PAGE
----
How Can We Drive Safely in Extreme Winter Weather?
Over 450,000 injury crashes occur annually in adverse weather conditions on slick pavement, according to the US Department of Transportation. Get advice on how to prepared for and stay safe when driving in various weather conditions.
Get a complete tune-up prior to the onset of winter season, paying special attention to:
- Check the air, fuel and emission filters, and the PCV valve.
- Check the battery.
- Checking antifreeze levels and the freeze line.
Add this additional equipment in your trunk:
- Tow and tire chains
- Bag of salt or cat litter
- Tool kit
- Ice scraper and snow brush
- Items to keep you warm such as heavy woolen mittens, socks, a cap and blankets.
Be Prepared If You Become Stranded:
- Do not leave your car unless you know exactly where you are, how far it is to possible help, and are certain you will improve your situation.
- If you are sure the car’s exhaust pipe is not blocked, run the engine and heater for about 10 minutes every hour or so depending upon the amount of gas in the tank.
- Keep at least one window open slightly. Heavy snow and ice can seal a car shut.
- Eat a hard candy to keep your mouth moist.
- Change windshield wiper blades at least twice a year or every 6,000 miles.
- Nothing is more important when driving in rain than having a good set of wiper blades.
- Spray a good rain repellant on your windshield before driving to help provide a clear view.
- Check your tires regularly for visible signs of wear or damage.
- Don’t use cruise control or overdrive on wet roads.
- “Turnaround, Don’t drown”; if you don’t know the depth of water before crossing.
- Abandon stalled vehicles immediately and seek higher ground.
- Never try and out drive a Tornado.
- Leave your vehicle, and go to a concrete shelter.
- If there is no shelter nearby, lie flat in the nearest ditch with your hands shielding your head.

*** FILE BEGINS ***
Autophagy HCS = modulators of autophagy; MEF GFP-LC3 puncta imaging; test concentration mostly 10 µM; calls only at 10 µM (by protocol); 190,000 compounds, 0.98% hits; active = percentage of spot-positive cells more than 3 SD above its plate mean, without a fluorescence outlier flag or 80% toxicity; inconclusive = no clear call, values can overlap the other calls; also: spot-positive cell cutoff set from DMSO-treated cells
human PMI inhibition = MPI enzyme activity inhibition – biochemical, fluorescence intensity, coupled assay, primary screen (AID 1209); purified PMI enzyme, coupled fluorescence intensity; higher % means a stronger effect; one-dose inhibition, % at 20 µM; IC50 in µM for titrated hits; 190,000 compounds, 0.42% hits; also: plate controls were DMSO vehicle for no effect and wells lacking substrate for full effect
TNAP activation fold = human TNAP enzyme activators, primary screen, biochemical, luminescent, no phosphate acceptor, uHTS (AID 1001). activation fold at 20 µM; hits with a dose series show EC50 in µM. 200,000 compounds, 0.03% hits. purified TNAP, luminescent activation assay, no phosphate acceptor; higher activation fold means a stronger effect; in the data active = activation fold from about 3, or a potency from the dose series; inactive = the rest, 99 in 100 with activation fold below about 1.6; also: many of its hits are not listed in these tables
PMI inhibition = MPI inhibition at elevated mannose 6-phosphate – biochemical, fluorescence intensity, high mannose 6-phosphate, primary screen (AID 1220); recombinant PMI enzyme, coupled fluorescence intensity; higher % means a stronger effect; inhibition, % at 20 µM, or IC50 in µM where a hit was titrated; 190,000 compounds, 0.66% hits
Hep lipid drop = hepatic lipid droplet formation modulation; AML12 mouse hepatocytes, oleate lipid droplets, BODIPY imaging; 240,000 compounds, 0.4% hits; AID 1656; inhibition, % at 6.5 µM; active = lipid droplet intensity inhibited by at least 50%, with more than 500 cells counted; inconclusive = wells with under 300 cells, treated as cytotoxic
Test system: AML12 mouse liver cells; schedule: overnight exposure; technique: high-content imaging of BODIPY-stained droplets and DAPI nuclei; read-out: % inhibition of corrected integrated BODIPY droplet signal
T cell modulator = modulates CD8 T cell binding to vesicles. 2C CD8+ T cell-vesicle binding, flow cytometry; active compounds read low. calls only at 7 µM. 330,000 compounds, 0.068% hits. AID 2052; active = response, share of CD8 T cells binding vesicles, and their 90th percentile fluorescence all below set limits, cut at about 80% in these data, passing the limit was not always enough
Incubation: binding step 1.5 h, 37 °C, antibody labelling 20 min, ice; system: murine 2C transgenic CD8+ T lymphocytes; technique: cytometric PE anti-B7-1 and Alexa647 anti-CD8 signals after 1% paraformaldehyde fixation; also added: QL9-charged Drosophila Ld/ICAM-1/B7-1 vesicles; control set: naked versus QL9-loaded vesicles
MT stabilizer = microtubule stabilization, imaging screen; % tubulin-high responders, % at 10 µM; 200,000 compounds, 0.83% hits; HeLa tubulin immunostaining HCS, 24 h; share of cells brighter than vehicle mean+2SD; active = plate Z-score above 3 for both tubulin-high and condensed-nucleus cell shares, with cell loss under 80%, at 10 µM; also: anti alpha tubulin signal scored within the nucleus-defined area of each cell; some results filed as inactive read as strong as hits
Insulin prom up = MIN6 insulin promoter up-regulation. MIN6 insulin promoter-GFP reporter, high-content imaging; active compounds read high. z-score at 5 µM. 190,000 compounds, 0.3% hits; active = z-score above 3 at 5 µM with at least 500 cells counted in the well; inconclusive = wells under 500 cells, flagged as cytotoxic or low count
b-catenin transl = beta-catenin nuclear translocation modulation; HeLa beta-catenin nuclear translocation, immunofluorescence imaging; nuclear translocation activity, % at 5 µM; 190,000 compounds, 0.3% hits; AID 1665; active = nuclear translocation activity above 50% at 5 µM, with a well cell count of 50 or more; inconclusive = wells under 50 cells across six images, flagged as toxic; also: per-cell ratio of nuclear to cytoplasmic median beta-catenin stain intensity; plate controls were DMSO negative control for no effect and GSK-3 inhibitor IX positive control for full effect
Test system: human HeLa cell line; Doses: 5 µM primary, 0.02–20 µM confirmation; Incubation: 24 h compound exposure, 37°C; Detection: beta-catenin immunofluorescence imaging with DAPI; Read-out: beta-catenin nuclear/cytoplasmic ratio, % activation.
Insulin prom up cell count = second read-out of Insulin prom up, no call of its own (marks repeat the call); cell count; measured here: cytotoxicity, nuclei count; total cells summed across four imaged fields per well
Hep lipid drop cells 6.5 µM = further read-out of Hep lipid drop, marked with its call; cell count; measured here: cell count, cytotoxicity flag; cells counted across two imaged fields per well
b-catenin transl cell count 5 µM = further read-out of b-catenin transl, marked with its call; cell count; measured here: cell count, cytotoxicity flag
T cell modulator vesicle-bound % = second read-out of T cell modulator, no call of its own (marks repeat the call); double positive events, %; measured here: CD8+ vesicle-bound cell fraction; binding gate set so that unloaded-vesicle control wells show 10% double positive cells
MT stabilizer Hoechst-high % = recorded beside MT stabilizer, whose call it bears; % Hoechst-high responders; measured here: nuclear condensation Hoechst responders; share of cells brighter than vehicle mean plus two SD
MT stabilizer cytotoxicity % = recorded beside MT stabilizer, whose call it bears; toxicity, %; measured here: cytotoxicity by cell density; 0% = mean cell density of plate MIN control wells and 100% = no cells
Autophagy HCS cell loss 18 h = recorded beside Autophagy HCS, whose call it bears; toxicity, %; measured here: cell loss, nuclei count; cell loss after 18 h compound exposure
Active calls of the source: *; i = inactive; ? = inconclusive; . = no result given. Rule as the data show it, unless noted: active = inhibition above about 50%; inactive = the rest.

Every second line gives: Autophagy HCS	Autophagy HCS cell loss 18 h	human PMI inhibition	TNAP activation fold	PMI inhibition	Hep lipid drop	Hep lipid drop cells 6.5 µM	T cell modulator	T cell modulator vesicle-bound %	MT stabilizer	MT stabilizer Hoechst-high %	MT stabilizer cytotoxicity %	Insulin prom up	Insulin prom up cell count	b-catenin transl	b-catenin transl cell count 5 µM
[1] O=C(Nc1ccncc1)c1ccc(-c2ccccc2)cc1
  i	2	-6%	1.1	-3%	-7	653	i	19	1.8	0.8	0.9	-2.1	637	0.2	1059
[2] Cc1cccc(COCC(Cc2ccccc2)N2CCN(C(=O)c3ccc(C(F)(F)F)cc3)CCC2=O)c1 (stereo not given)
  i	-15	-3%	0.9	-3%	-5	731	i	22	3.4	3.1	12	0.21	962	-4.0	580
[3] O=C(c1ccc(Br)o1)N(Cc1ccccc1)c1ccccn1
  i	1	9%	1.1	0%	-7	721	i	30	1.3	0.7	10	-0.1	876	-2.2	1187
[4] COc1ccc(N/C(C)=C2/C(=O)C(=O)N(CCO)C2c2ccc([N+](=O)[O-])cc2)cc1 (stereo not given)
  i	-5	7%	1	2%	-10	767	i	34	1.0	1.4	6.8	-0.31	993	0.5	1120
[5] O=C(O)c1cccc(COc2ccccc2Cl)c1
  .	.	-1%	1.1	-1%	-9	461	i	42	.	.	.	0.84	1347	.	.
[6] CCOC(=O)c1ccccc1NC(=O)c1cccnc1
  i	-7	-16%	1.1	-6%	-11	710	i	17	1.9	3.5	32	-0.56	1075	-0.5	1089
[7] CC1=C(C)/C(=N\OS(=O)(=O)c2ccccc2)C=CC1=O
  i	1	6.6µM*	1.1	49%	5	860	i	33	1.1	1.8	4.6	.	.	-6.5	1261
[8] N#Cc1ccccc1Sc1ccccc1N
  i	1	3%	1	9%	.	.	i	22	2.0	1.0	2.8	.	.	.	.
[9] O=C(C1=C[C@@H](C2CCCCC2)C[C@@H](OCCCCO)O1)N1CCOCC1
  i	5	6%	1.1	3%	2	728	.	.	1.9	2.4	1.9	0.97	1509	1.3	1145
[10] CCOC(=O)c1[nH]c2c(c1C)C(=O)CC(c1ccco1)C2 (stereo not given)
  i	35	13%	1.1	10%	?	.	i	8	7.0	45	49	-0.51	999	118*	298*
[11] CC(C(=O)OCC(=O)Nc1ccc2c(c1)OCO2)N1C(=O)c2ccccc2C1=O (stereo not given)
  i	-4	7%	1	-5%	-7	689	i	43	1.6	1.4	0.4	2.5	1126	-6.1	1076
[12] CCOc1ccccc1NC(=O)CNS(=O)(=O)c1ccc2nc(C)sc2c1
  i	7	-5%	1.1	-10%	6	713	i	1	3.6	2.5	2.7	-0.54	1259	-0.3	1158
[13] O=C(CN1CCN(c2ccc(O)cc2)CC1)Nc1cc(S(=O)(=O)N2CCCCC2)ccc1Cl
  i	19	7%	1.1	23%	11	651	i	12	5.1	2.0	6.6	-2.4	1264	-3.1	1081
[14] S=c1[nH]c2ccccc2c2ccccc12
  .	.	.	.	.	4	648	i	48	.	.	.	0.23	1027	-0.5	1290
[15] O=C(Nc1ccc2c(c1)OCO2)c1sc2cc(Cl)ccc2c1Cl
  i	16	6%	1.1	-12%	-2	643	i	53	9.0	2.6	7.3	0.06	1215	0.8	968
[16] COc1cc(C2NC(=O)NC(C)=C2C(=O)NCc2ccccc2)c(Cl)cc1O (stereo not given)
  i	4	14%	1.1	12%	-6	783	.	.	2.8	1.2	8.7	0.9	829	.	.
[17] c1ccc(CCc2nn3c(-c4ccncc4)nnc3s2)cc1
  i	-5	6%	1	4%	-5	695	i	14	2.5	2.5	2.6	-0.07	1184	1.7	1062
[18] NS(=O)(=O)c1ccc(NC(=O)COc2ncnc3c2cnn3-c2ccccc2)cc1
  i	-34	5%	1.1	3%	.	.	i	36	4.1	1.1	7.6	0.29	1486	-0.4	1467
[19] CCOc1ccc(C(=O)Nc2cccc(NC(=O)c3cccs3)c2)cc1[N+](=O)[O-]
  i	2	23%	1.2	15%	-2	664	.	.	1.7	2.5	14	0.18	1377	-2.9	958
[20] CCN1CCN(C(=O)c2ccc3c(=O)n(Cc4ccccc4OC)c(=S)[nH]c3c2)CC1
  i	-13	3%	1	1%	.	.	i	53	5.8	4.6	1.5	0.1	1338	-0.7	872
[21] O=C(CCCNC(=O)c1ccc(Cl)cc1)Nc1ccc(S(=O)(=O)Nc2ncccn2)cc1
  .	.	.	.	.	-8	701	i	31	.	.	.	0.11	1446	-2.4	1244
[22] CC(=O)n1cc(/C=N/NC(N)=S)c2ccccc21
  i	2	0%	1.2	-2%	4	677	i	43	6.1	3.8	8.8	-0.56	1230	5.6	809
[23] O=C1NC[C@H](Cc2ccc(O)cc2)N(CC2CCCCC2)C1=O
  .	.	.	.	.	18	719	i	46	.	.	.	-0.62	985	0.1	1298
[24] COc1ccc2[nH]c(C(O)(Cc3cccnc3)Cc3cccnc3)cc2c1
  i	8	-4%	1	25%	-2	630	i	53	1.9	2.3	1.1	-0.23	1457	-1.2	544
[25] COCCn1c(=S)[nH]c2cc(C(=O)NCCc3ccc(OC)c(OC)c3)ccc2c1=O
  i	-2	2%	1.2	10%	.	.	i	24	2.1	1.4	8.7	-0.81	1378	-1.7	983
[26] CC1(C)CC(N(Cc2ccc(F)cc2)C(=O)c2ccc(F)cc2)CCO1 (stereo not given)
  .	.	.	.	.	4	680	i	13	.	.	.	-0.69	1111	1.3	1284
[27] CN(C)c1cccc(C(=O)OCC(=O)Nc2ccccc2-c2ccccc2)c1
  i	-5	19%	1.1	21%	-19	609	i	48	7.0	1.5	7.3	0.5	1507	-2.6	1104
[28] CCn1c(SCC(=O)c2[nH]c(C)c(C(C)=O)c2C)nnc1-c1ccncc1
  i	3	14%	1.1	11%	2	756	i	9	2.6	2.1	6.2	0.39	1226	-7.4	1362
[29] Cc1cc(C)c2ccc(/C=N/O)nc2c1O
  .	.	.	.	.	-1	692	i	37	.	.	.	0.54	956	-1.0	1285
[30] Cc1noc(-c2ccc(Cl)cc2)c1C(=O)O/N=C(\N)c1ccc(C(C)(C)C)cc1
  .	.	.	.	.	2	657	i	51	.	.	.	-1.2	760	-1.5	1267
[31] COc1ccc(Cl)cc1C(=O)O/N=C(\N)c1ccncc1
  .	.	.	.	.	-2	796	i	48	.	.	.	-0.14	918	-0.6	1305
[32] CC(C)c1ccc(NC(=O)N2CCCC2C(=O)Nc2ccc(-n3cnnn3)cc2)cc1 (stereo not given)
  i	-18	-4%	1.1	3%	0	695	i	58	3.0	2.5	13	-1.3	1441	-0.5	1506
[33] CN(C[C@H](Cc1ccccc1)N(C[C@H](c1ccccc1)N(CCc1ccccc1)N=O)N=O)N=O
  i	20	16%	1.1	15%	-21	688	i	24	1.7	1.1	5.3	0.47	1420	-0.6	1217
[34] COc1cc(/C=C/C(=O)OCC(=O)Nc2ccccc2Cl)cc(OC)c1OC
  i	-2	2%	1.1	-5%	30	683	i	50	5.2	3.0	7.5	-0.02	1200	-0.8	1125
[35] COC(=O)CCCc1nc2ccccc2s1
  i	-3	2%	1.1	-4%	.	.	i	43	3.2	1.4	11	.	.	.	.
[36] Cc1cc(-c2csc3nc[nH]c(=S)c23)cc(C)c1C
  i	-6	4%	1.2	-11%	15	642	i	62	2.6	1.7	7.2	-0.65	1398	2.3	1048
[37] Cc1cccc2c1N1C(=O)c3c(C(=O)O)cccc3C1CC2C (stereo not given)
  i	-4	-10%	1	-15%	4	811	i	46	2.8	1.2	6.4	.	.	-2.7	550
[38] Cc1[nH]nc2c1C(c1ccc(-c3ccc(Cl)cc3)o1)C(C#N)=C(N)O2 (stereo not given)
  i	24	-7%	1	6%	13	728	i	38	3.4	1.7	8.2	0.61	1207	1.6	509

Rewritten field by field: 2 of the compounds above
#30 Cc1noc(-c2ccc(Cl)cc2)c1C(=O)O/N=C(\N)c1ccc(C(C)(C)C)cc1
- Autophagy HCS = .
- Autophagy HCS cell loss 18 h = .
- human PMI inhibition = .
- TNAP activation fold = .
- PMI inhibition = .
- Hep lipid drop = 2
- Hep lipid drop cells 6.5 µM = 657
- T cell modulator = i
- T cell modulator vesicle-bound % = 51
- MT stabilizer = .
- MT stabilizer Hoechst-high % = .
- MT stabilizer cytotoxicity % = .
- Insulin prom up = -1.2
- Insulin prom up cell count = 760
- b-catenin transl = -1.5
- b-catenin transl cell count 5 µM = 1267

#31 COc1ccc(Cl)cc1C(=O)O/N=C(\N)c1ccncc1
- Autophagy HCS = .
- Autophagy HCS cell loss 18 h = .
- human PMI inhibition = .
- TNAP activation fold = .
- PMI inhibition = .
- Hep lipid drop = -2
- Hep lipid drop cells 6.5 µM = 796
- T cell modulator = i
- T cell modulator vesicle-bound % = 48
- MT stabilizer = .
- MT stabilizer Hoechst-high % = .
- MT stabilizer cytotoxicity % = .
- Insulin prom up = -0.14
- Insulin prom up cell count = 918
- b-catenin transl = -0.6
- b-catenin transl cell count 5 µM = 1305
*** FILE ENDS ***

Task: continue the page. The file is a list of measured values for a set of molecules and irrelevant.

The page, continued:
- Be alert for rapidly rising waters in the ditch.
- Do not seek refuge in an overpass where winds can be magnified.
- Prepare an evacuation plan. Know where you will go and research several alternate routes before a hurricane threatens.
- Have current maps on hand.
- Alert friends and family members of your route and destination.
- Fill your gas tank before the storm ”“ power outages will shut down gas stations.
- Check your tire pressure often with a gauge, especially on long trips.
- Measure when the tires are cold, before you drive on them.
- Never leave your child (or pet) unattended in a vehicle, even with the windows down.
- On hot days, the temperature inside vehicles can climb rapidly and may exceed 100 degrees.
- Be very careful with children and pets-even when you’re at home and the car is parked.
- Check child seating surfaces and safety belt buckles to prevent burning when securing your child in a safety seat in a car that has been parked in the heat.
- Use car shades to shade seats (and steering wheel) of your parked car.
- Flush & refill your cooling system to prevent overheating as recommended in your owner’s manual.
- Check the level, condition, and concentration of the coolant periodically.
- Never remove the radiator cap until the engine has thoroughly cooled.
- Have a professional check the tightness and condition of drive belts, clamps, and hoses.
- Do not stop on or under overpasses or bridges.
- Remain in your car until the shaking stops. (Keep in mind that aftershocks follow the initial earthquake.)
- If driving on the freeway, and if it’s safe to do so, exit at the first opportunity.